Next June will mark the end of an era for APA's Minority Fellowship Program. That's when its Diversity Program in Neuroscience (DPN) will close its doors after 23 years of supporting ethnic-minority students' pursuit of neuroscience research careers. The reason? The National Institute of Mental Health has stopped funding the program.

In January, NIMH announced that it would cancel the diversity-focused training programs it funds for APA and other associations. Instead, it plans to work to improve diversity in all of its training programs and shift the management of its T32 programs—the mechanism that funds APA's program—from associations to universities.

"While this action will alter the specific programs that NIMH supports, we believe that implementing the recommendations outlined above will, in aggregate, help the NIMH to achieve its goal of training a diverse work force with the skill sets needed to conduct innovative research that will improve the lives of those affected by mental illness and, ultimately, to develop cures for mental illness," wrote NIMH project officer Nancy Desmond, PhD, in the e-mail announcing the decision.

That decision is a big mistake, say members of DPN's training advisory committee. While APA's own fellows have been success stories, they say, the field of neuroscience as a whole still has a long way to go.

"The most disturbing aspect of this decision is that the proportion of underrepresented graduates in the life sciences who earn doctorates has not increased for the last 10 years," the advisory committee members said in a joint statement to the Monitor. "Worse, the number earning doctorates in the neurosciences may actually be decreasing."

A record of success

Established in 1988, the DPN offers financial support, mentoring and enrichment activities to pre- and postdoctoral students interested in neuroscience careers. To date, the program has funded 289 neuroscience fellows.

Those fellows have done exactly what APA hoped they would do, says DPN director Joe L. Martinez, PhD, the Ewing Halsell Distinguished Chair of Biology at the University of Texas at San Antonio. Martinez and several colleagues recently reviewed more than two decades' worth of data on DPN's alumni.

For one thing, says Martinez, "we have a superior completion rate than many graduate programs." Almost 90 percent of DPN participants have received doctoral degrees or are still in training, he says, adding that participants' average time to degree is an impressive six years.

Once participants graduate, says Martinez, their successes continue. "The graduates are progressing quite normally through assistant, associate and full professor. They are publishing and getting grants. And they are staying in research," he says. "We are contributing positively to the scientific work force."

NIMH based its decision on recommendations from its National Advisory Mental Health Council Workgroup on Research Training.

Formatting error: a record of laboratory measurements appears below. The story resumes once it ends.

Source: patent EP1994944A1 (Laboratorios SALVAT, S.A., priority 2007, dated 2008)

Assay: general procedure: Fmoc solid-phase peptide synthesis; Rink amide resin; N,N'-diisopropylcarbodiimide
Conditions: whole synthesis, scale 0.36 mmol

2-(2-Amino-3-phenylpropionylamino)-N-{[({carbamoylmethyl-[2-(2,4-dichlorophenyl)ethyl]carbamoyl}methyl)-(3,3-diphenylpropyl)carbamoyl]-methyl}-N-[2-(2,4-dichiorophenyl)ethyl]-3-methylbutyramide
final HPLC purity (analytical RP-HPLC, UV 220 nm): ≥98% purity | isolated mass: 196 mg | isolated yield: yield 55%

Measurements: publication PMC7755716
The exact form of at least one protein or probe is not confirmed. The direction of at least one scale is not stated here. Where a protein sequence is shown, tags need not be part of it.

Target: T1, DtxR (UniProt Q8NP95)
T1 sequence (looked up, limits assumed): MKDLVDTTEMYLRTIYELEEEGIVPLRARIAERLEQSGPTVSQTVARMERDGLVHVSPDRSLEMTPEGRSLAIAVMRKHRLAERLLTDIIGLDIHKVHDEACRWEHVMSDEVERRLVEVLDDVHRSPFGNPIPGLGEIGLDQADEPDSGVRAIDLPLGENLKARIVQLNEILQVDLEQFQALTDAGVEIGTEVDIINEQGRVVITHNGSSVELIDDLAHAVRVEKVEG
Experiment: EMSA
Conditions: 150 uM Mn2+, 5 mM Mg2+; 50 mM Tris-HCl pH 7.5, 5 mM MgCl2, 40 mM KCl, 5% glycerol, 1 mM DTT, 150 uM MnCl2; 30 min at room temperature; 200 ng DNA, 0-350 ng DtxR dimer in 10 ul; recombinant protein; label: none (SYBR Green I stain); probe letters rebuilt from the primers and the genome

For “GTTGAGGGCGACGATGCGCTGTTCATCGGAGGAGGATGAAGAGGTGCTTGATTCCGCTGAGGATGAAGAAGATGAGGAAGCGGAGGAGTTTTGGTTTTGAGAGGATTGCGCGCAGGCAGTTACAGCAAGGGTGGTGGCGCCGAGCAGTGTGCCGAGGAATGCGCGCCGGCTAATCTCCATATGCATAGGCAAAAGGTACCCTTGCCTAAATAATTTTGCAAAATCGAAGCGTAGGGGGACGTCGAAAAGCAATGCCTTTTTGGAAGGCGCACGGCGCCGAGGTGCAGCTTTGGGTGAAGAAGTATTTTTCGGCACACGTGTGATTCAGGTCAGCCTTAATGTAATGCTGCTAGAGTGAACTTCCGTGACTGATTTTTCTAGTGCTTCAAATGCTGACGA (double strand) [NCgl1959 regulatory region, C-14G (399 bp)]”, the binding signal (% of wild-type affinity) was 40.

But, as the DPN Training Advisory Committee points out, that workgroup didn't assess fellowship programs on a case-by-case basis. Nor did it examine long-term outcomes data. Instead, it based its findings on data collected in a single year. In addition, the definition of success was extremely narrow: The only outcome it assessed was the number of past trainees who had won NIH or NIMH R01 grants.

While Martinez doesn't know the exact number of training slots eliminated by the move, he estimates that it's more than 100 slots per year. And that will have a big impact on getting underrepresented minorities into neuroscience, he says.

NIMH's action is especially frustrating given its timing, add the DPN committee members. The National Institutes of Health recently received $10 billion in stimulus money to create jobs, they point out, and these fellowships are jobs that contribute to the economy. "Additionally, one of the areas to be addressed in the stimulus package is health disparities," the members say. "Increasing the diversity of the scientific work force and those conducting research with interests in health disparities addresses this goal."

The future

When combined with the loss of its NIMH-funded Mental Health Research grant in 2006, the Minority Fellowship Program has lost more than two-thirds of its income and 60 training slots for ethnic-minority researchers, says program director Andrew Austin-Dailey.

That leaves about 30 training slots for pre- and postdoctoral trainees under the Minority Fellowship Program's Mental Health and Substance Abuse Services Fellowship initiative, which is funded by the U.S. Substance Abuse and Mental Health Services Administration.

In July, APA will appoint one last round of neuroscience fellows. They will receive just one year of support rather than the typical two years.

"We've been doing advocacy around this since at least 2005, when we first started hearing rumors about it," says Austin-Dailey. "When an occasion arises, we still bring up the issue."

But now the Minority Fellowship Program is moving on and exploring new options for neuroscience training and development. One idea is to raise funds for an endowment through the American Psychological Foundation.

"With a few million dollars, you could have a viable program that would not replace but at least would be in existence to provide the same kind of networking, mentoring and support that the old APA neuroscience program did," says Martinez.

Rebecca A. Clay is a writer in Washington, D.C.